Just as the FDNY’s Emergency Medical Service unions prepare to negotiate a contract, Mayor de Blasio put a damper on their efforts to achieve pay parity with police and firefighters by suggesting that the vast gap between top salary for the other jobs and EMS pay existed because their “work is different.”
The Mayor’s remarks came at a Jan. 17 press conference when a reporter asked how the pay disparity squared with his campaign platform pledging greater social and economic fairness.
‘Deep Respect, But…’
“I have deep, deep respect for our EMTs and everyone who works at EMS,” he said. “I think the work is different. We are trying to make sure people are treated fairly and paid fairly, but I do think the work is different. But it is a conversation that we continue to have with their representatives.”
The contracts for both EMS locals expired June 28, 2018.
The March 16, 2017 murder of Emergency Medical Technician Yadira Arroyo, a 44-year-old mother of five, cast a spotlight on the pay gap. Ms. Arroyo’s base pay as a 14-year veteran was $48,153 a year. Firefighters with 5½ years on the job receive about $35,000 more; Police Officers with similar time on the job pull down $85,292.
Glenn Corbett, an Assistant Professor of Fire Science at John Jay College of Criminal Justice, believes the time for parity for the EMS workforce is long overdue. “You are talking about the substantial risks involved for them when they are encountering people on the street in very bad conditions,” he said in a phone interview. “It’s one thing to be in a hospital setting with security guards all around, but it’s very different encountering people on the street in what can be very dynamic situations.”
Turnover Really Costly
He continued, “This job requires a lot of training initially and then there is the ongoing certification and continuing education that’s required, so there’s a real cost factor when EMTs vote with their feet and leave the job. You don’t want to get to the point where the turnover is like what it is for a fast-food restaurant.”
Every year hundreds of EMS members leave to take what the FDNY describes as a “promotion” to the fire side of the department. Peer-reviewed medical research suggests that the more experienced an EMTs are, the better the outcome tends to be for their patients.
A multi-year study by medical researchers at the University of Pennsylvania looked at ambulance runs in Mississippi from 1991 to 2005 and included 120,000 heart-related EMS runs. They concluded that “paramedic tenure and cumulative experience is associated with better EMS performance."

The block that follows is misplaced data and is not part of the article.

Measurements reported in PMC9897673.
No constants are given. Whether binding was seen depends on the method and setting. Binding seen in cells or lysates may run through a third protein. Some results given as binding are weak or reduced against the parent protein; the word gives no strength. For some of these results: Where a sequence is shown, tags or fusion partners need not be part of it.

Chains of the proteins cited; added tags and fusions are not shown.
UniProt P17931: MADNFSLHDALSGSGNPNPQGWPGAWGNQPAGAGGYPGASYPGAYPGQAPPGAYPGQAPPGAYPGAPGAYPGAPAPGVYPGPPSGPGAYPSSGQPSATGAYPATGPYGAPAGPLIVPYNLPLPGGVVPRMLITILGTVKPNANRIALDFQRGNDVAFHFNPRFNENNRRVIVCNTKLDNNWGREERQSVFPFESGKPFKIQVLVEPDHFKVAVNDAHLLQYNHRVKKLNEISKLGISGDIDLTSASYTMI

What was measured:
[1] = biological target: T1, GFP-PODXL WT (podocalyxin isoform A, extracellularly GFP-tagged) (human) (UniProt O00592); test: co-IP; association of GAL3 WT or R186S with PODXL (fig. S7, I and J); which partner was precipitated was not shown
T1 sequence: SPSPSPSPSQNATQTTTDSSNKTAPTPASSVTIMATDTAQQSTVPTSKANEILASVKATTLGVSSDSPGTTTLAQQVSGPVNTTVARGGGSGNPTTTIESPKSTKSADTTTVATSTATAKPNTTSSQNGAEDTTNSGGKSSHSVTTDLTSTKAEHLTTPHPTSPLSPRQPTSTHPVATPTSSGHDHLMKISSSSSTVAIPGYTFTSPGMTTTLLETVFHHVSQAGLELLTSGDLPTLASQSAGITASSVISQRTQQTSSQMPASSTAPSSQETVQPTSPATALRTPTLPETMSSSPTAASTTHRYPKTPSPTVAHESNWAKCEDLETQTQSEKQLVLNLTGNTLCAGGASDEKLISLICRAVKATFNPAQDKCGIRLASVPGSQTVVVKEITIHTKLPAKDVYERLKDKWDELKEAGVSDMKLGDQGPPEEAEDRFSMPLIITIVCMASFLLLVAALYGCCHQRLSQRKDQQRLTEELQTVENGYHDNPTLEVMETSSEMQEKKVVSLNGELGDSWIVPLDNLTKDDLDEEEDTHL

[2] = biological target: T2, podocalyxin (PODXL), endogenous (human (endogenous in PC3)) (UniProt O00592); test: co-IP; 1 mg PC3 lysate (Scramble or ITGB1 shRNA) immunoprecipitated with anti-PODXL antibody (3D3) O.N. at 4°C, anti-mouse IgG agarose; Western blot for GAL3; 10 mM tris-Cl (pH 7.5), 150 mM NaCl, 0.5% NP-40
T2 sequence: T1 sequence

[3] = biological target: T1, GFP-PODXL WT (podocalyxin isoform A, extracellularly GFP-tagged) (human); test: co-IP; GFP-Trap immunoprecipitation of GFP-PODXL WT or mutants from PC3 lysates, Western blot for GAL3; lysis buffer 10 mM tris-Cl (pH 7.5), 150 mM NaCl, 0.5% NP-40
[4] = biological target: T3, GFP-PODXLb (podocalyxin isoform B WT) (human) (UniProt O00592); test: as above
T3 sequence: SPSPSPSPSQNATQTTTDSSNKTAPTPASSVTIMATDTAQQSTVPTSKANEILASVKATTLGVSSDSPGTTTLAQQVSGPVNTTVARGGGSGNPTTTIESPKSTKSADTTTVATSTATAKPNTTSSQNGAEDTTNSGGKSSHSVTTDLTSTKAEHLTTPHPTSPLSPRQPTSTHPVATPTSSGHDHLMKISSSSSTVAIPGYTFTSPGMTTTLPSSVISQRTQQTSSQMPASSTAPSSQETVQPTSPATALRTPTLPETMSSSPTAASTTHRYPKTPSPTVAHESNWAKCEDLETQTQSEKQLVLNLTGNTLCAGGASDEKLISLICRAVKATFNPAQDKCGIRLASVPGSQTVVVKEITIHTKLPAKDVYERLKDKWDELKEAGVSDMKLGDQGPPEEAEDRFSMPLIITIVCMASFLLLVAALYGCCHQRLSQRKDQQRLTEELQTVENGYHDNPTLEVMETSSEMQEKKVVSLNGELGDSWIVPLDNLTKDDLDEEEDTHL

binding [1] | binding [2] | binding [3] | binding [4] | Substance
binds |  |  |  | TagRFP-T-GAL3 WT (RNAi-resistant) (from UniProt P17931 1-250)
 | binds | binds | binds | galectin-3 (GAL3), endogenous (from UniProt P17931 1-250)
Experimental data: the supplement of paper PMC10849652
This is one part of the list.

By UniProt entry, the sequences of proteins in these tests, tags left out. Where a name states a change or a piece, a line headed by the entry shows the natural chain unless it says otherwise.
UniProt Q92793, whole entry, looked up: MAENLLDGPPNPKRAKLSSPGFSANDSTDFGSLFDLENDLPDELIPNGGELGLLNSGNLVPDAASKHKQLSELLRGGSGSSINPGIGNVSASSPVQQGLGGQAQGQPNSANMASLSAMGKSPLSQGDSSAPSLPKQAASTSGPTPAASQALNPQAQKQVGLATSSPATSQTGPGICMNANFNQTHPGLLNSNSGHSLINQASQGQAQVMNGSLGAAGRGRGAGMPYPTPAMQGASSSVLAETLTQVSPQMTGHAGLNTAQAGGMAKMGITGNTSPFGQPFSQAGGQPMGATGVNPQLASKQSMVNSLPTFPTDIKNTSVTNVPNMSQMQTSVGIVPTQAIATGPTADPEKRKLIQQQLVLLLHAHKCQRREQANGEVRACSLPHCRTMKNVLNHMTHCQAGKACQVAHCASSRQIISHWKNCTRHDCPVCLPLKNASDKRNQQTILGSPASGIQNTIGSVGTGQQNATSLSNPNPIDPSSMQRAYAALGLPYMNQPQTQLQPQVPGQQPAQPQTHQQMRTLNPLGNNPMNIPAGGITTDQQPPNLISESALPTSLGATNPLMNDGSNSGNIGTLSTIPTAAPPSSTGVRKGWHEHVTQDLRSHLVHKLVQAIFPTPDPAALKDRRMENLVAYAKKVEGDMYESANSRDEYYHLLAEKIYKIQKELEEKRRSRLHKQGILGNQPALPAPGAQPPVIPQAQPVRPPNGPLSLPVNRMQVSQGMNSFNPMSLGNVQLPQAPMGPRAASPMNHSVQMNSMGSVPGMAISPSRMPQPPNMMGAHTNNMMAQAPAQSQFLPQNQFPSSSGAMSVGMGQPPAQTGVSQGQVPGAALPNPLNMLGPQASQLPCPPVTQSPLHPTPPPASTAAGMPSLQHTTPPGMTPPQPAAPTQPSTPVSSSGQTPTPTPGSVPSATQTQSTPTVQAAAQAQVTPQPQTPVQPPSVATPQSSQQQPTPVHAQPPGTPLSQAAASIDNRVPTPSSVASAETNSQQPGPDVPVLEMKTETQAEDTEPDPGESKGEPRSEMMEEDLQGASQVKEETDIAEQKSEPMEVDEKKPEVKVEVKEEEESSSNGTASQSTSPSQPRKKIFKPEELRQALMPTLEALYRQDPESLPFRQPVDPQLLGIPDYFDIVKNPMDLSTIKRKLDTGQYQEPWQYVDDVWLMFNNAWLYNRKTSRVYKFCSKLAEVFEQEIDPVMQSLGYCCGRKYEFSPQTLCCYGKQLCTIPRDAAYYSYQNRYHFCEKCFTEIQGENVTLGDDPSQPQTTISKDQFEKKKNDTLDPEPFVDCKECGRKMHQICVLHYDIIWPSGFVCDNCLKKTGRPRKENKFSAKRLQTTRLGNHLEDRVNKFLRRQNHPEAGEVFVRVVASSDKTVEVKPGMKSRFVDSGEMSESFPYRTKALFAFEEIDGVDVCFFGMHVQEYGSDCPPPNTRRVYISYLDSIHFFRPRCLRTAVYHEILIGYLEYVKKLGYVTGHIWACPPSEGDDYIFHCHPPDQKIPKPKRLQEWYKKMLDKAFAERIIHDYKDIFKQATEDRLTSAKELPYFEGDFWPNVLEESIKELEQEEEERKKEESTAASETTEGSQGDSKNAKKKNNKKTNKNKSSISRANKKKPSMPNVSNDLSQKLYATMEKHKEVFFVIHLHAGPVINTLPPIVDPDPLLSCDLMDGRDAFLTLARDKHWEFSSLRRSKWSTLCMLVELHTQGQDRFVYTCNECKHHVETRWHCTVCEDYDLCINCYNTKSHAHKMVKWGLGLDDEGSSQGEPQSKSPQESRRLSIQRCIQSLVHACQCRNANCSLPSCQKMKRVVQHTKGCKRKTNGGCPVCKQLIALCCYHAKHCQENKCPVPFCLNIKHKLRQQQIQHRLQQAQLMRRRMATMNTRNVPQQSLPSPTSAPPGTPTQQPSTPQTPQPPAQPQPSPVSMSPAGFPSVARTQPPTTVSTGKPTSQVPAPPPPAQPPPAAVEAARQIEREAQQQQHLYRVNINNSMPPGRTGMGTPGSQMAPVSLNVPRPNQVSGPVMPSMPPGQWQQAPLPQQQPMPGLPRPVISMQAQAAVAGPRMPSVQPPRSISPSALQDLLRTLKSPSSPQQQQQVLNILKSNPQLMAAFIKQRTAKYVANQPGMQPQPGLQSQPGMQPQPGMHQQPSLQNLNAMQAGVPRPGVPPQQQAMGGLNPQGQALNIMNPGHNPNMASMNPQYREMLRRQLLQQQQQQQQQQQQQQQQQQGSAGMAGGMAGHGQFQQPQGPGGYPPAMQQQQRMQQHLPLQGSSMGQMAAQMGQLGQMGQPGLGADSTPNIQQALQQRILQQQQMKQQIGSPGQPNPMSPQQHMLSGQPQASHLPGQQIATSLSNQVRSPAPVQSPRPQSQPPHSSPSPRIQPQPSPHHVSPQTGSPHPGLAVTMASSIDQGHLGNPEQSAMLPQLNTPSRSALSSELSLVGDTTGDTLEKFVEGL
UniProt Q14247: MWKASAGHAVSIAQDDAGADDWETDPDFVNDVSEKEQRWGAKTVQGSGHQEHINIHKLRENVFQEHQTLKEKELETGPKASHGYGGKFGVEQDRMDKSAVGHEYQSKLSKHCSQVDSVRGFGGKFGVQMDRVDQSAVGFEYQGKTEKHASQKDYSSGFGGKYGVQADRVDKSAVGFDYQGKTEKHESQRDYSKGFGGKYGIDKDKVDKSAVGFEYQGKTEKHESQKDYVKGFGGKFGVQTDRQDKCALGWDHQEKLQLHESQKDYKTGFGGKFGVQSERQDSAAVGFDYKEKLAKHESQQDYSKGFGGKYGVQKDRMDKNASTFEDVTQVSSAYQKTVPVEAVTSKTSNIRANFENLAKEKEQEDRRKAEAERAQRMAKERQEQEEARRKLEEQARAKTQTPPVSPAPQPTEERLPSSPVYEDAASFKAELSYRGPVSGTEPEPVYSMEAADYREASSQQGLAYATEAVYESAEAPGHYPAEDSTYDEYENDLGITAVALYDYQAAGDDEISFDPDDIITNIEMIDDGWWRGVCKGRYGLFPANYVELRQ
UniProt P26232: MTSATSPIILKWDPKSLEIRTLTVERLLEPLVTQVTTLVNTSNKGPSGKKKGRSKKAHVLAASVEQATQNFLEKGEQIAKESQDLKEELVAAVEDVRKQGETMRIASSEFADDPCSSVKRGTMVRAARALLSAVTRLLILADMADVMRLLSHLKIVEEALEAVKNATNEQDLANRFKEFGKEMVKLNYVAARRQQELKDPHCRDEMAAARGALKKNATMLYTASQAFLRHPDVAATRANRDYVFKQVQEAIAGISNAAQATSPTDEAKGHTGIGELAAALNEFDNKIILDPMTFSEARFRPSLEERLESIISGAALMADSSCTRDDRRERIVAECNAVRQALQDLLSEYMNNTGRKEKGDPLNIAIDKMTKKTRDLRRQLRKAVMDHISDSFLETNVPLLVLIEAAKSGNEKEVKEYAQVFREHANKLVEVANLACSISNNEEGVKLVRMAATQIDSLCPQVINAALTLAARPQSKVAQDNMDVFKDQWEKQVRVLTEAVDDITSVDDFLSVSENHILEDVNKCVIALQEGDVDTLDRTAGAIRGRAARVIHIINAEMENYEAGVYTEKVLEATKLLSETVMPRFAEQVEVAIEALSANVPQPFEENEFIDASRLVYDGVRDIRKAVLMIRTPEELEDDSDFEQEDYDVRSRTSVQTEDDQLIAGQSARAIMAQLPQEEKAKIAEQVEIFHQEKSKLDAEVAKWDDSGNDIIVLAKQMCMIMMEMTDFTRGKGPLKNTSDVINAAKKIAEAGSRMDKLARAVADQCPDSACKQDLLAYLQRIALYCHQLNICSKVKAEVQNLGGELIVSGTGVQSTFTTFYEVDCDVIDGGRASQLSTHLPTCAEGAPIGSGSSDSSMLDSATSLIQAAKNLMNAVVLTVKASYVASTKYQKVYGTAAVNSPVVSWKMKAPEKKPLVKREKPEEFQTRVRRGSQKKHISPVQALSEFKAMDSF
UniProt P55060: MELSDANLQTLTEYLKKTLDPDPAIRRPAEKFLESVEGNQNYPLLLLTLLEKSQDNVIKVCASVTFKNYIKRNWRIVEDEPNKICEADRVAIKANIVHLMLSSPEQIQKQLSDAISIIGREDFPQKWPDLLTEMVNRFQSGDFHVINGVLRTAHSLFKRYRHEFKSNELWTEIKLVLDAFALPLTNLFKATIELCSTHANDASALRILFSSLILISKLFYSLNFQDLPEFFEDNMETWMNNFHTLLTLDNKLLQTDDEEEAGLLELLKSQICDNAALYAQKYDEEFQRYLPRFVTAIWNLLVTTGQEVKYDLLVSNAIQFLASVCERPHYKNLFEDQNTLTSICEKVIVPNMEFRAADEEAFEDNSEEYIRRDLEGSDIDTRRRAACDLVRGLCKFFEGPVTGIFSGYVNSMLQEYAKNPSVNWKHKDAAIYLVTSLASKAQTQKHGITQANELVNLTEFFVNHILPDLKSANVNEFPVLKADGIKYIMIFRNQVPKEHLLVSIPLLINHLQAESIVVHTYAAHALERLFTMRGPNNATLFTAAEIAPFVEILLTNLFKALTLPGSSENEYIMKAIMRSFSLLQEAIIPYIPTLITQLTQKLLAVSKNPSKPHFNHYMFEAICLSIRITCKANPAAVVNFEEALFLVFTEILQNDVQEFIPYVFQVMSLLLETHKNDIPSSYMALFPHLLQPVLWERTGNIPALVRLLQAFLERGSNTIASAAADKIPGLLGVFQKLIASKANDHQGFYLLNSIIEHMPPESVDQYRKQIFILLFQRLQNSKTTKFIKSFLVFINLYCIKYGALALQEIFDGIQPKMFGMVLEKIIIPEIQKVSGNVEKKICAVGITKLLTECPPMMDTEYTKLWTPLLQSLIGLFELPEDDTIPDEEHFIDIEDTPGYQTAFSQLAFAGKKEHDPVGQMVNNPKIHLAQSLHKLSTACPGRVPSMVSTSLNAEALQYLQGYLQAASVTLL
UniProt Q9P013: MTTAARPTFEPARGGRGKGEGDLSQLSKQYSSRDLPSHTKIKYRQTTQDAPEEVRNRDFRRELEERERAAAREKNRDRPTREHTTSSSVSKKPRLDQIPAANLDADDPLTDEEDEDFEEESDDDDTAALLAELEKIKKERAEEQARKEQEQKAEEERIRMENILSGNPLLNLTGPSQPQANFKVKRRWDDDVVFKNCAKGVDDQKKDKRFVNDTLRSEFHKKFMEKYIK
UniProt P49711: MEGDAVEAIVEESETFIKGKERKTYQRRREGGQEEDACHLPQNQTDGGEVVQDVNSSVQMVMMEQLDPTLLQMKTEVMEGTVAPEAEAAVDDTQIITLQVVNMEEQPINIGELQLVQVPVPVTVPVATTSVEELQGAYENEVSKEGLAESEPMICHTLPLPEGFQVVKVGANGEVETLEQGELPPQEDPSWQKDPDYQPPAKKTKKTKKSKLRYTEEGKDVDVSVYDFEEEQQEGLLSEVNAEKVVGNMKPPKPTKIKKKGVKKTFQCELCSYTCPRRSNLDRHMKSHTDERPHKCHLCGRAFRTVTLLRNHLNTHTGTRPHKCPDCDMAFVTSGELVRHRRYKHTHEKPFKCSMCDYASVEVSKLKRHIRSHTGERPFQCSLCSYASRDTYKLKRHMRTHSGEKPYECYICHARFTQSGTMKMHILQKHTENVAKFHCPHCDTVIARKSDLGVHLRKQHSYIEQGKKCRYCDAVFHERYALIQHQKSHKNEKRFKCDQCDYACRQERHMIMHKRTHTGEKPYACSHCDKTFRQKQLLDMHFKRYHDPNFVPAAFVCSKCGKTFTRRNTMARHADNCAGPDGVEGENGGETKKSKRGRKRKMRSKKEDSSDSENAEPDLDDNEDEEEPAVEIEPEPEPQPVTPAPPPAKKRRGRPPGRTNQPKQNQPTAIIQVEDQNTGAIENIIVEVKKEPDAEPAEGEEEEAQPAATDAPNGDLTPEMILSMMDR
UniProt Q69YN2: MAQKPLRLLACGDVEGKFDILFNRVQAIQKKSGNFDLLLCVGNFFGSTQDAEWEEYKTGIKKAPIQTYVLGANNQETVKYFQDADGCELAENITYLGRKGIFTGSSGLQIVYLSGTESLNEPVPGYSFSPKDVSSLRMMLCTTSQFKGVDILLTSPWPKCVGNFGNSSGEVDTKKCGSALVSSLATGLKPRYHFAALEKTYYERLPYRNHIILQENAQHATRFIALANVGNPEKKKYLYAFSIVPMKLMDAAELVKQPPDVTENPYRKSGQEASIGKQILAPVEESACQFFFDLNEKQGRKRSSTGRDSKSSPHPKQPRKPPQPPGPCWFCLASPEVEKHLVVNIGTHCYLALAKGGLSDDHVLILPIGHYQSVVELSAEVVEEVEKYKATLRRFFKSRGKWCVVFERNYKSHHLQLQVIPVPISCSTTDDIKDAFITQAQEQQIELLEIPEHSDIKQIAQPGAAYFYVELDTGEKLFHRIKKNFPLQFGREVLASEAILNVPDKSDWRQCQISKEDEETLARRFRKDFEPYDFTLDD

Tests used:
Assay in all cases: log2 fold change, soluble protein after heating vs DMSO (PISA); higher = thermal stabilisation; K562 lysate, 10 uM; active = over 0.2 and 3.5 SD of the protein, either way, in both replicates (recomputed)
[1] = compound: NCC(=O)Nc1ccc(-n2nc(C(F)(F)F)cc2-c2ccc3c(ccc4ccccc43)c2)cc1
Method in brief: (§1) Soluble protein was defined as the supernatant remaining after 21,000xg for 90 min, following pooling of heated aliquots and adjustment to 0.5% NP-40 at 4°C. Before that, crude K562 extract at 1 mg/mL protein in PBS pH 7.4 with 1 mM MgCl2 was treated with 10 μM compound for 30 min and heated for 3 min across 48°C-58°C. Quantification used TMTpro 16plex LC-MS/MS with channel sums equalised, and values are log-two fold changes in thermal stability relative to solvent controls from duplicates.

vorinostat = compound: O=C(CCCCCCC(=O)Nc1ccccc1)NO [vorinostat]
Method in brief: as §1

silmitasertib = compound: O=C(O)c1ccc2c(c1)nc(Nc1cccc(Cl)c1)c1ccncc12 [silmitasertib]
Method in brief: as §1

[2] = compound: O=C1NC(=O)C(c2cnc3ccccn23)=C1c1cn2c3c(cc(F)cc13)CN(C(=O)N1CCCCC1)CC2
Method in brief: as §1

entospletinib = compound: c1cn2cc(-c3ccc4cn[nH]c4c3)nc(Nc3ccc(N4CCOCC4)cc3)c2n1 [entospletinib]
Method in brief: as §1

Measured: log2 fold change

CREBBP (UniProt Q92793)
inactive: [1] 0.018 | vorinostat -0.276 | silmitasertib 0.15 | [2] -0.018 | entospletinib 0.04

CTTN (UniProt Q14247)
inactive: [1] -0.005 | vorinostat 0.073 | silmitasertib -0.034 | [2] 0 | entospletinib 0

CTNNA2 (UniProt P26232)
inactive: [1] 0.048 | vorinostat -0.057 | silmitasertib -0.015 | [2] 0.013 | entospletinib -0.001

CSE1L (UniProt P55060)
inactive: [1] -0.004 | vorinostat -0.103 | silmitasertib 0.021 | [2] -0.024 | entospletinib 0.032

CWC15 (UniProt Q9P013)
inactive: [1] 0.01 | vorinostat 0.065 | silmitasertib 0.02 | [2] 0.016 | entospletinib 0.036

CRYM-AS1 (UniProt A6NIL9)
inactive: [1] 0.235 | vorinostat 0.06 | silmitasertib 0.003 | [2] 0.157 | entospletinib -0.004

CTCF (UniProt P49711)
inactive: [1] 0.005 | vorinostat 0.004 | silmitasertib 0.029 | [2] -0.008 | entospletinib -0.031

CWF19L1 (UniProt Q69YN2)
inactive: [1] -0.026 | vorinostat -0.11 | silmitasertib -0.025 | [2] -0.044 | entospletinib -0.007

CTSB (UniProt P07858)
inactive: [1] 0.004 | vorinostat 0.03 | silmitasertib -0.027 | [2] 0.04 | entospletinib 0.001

They noted that the more experienced EMTs were, the quicker they stabilized patients in the field, which “reduced total out-of-hospital time and on-scene time…Furthermore, the experience was more strongly associated with performance among paramedics with more than six years of service.”
Assaulted Far More Often
Mr. Corbett said EMTs are also dealing increasingly with attacks by the patients they encounter on the street. A 2016 Drexel University study documented that Paramedics had a 14-time-greater chance of being violently assaulted than their Firefighter colleagues.
“This workforce needs pay parity,” said Mr. Corbett. “There is a reason you don’t see EMTs with 35 years on the job. There’s a heavy physical and psychological toll that’s taken on this workforce. And New York City remains sort of unique that it hasn’t fully integrated the EMS and firefighting. In other jurisdictions, they are the same people.”
For a generation now, the unions representing EMTs and EMS officers have been battling to achieve pay parity with firefighters and cops. While the City Council voted more than a decade ago to grant them uniformed status, that had no impact on the salary structure for the job.
To achieve this end, the leaders of District Council 37’s Locals 2507 and Local 3621 have made their case in Albany, City Hall and in the courts that the vast pay disparity their members live with results from EMS workers largely being women and people of color.
‘Deserve Equal Status’
“Our Paramedic training is by far longer than any Uniformed force in our city, we respond and engage side by side to the same incidents as our counterparts in the FDNY and NYPD do, yet we are not compensated or at least recognized as such,” Oren Barzilay, president of Local 2501, said in an e-mail that directly addressed Mr. de Blasio. “Mr. Mayor, we have yet to receive an answer from you or your designee regarding this crucial status that the men and women of FDNY EMS so diligently been waiting for. We do this work with dignity; the men and women of FDNY EMS rightfully deserve this status by our city.”
“Our job, EMS is a different profession, just as police, fire and sanitation are very different professions,” said Vincent Variale, president of Local 3621, which represent EMS Officers. “The common bond these departments have is we are all emergency services. Police, Fire and EMS are first-responders protecting life and property.”
He continued, “The only difference anyone can see, besides the different vital roles performed, is members in the EMS workforce [are more frequently] women and people of color. There is absolutely no reason why the person coming to pick up your trash should earn $40,000 more than the EMT coming to save your life.”
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